I love to combine different techniques and transfer principles from one area to another. Ipad and digital tools are extremely useful when it comes to workflow, speed of the process and quick experimentations but I still enjoy most to scribble on paper and make hand sketches. There’s something special about accidental moves and gestures that are not planned, almost like they give you a hint to some new ideas. That’s why I mostly start on paper and then develop idea further digitally. When it comes to graffiti & painting, I would love to do it more often, to create a better visual connection between my digital/physical pieces and to see my work enlarged and displayed in various settings
With thousands of art pieces made, generic styles that copy each other how do you see todays climate in terms of making digital pieces? Is there any upcoming artists or specific names you’d like to give a shoutout to?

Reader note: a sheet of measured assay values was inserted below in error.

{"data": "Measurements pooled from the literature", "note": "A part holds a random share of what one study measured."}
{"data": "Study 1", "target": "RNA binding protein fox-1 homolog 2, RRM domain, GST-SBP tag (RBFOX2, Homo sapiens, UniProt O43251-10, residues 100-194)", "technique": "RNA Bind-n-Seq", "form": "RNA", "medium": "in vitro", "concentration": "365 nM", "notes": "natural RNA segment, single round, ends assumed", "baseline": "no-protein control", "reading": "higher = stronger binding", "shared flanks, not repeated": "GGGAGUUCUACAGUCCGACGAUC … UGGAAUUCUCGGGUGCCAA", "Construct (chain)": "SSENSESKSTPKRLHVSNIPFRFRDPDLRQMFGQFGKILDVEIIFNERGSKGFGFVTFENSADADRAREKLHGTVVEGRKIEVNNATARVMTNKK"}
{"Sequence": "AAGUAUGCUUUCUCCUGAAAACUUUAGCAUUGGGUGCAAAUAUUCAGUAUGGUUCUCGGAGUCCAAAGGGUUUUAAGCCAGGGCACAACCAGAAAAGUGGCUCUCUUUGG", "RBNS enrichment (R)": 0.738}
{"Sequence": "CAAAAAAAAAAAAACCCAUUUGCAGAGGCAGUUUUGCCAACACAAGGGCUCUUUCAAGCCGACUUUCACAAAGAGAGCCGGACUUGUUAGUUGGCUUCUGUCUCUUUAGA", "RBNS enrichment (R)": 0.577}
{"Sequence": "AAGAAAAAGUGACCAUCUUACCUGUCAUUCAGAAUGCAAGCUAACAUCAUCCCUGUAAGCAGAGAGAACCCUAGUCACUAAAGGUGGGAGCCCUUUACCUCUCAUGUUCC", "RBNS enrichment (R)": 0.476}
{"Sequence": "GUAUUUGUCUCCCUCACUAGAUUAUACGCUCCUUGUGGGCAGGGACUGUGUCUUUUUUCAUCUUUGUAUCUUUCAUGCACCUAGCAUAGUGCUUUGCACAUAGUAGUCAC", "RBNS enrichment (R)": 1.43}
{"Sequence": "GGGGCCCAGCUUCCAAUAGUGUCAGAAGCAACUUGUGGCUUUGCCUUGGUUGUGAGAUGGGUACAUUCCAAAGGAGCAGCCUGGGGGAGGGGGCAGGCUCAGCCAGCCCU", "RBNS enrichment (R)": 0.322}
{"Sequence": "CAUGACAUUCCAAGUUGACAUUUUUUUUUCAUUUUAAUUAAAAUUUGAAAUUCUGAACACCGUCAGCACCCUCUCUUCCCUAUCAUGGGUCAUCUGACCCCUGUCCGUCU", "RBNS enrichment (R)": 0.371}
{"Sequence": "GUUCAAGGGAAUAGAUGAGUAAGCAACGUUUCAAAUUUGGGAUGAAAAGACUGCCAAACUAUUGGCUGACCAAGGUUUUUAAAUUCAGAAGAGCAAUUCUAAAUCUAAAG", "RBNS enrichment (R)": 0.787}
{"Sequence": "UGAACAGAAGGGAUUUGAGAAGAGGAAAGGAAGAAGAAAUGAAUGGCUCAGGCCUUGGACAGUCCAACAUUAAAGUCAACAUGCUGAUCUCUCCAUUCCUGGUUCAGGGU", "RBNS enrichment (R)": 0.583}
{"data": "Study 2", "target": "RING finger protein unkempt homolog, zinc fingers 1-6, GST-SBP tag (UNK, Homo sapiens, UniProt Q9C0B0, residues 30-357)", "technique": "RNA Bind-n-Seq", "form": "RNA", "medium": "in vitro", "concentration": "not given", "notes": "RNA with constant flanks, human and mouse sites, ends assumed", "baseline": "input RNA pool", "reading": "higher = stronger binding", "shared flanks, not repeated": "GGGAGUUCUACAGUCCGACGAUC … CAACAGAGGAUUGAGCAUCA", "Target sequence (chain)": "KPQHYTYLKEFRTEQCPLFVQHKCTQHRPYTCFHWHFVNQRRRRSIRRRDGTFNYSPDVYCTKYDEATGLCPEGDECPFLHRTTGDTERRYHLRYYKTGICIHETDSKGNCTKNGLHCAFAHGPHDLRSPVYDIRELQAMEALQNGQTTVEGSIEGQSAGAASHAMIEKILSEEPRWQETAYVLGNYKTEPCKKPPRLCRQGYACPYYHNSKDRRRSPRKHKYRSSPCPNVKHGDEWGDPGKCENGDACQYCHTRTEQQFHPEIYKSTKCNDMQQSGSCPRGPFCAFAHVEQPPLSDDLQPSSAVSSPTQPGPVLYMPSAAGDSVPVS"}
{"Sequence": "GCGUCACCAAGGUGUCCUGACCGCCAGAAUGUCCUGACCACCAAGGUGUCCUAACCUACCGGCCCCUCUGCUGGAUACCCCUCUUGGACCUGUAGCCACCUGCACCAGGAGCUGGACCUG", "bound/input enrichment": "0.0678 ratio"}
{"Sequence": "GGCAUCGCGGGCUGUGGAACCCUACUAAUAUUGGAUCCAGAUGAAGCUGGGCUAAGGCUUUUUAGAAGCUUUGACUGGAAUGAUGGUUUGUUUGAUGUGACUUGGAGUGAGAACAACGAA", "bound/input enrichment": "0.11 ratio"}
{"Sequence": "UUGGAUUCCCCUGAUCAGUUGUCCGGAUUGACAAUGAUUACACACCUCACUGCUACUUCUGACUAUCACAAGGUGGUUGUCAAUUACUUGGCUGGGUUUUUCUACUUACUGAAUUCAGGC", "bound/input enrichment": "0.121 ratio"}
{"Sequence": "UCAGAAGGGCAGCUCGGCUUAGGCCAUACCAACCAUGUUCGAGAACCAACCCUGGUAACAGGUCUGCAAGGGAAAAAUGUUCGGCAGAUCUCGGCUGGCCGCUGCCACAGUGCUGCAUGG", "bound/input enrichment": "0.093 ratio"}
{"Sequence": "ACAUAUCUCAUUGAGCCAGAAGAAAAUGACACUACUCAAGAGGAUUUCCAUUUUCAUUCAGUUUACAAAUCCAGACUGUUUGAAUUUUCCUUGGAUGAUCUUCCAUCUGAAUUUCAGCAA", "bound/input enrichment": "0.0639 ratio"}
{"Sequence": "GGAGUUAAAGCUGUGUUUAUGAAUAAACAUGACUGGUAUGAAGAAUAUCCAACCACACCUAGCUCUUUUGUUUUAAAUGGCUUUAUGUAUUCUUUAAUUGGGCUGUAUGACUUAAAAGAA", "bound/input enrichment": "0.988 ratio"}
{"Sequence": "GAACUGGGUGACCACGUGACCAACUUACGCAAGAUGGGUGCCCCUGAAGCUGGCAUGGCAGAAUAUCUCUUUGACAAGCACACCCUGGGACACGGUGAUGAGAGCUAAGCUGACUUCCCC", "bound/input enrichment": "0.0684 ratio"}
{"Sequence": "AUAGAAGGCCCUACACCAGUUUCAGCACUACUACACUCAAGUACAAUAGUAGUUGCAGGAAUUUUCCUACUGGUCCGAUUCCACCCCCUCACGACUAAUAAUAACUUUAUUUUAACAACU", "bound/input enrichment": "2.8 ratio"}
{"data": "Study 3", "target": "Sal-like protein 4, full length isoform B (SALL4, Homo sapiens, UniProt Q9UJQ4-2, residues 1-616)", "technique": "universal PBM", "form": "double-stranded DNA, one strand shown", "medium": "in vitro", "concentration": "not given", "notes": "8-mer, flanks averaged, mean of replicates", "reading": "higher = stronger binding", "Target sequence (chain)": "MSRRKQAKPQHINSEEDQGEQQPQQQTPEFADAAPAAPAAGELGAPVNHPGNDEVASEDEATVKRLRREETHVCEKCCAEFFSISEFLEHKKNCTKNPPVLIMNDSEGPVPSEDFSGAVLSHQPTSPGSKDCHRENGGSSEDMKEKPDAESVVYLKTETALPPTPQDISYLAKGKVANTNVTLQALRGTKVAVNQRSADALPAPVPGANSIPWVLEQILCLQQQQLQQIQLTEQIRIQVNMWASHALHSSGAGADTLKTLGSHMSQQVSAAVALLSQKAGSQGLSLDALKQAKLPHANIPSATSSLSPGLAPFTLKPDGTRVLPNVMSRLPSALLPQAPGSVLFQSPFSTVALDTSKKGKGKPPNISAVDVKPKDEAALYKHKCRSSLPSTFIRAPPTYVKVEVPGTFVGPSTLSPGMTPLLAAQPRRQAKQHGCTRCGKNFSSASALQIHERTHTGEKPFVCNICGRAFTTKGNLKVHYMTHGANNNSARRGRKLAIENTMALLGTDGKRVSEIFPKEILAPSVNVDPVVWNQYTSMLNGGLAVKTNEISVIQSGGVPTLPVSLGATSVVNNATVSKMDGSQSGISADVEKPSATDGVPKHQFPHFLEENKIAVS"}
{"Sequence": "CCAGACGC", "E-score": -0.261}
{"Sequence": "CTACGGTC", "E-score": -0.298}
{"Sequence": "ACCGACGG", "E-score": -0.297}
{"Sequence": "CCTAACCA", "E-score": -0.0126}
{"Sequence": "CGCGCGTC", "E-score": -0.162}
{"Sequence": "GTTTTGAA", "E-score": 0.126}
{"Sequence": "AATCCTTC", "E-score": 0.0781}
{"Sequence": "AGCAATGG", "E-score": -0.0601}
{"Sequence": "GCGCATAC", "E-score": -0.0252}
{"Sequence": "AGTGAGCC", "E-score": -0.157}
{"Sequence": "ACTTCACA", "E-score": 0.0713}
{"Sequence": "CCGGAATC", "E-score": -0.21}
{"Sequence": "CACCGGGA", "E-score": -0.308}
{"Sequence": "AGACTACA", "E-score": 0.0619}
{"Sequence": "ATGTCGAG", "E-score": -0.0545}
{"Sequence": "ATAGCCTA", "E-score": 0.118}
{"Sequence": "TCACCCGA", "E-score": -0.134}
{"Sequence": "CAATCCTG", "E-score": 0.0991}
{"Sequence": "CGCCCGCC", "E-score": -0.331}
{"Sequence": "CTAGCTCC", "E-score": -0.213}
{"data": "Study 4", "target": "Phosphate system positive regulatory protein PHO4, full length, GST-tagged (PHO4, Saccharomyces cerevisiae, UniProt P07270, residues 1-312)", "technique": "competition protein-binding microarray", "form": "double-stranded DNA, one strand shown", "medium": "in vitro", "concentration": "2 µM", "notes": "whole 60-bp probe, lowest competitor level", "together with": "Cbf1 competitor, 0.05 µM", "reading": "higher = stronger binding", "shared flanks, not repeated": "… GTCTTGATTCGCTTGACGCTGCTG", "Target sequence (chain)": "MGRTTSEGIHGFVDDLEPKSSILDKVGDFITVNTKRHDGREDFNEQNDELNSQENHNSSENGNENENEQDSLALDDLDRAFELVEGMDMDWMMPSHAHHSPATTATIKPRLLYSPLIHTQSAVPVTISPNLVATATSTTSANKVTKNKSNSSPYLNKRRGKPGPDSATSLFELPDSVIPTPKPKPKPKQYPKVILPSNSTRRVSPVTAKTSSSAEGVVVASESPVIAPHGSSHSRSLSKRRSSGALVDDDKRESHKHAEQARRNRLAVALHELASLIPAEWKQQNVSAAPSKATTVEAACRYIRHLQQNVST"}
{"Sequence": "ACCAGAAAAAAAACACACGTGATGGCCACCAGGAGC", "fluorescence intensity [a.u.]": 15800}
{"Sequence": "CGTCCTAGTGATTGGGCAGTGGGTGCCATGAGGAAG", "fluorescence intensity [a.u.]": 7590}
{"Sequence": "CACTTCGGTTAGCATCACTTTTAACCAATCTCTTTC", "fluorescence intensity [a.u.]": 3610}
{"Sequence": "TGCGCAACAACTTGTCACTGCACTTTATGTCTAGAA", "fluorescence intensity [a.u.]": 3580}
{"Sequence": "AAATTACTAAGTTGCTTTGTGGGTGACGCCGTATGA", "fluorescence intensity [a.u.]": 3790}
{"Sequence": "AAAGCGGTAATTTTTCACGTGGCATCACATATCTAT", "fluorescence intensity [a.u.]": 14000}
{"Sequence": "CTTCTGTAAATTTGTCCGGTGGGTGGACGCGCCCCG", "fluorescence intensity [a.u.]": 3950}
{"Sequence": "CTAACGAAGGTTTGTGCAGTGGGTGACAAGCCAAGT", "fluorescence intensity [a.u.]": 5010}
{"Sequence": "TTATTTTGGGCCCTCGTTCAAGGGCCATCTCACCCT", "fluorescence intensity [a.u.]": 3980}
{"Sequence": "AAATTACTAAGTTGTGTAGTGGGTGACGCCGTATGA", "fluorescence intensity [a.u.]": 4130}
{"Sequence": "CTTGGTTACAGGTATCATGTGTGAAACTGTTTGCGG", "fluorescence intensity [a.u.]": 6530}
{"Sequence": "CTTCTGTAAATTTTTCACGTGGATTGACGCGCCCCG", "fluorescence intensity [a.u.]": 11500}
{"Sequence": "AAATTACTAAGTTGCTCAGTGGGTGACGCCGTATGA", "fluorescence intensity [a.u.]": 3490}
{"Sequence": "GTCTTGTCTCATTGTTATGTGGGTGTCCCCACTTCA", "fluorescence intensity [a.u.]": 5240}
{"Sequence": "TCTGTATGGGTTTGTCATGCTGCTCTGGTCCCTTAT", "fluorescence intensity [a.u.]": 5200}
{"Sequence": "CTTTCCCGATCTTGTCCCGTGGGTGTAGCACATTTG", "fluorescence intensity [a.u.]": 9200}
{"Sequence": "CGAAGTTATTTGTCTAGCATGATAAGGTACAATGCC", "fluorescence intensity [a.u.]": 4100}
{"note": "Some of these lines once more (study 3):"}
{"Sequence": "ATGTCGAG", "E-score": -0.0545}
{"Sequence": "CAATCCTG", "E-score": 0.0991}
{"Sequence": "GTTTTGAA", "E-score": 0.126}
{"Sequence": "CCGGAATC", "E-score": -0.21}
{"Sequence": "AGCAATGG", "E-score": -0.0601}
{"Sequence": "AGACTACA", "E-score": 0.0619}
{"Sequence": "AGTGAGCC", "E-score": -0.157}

Good question – I think about this a lot because I see that the “culture” of blatant referencing is getting wild these days. Few people are coming up with something new while big majority is just recycling what currently is popular. I often see some of my work getting copied and in 99% cases those artists say they got inspired on Pinterest without knowing who the original author was–so it seems like some people take Pinterest (and other visual networks) as a big “Free For All” referencing library. I don’t think there is a solution to that so I’m always trying to be one step ahead simply by following my creative intuition and creating what feels right at the given moment. Some of the artists I admire the most are: Parra, Horfee and Gasius because they managed to create their own visual genre, they produce work that feels genuine, and they managed to collaborate with brands without compromising their aesthetics and visual output.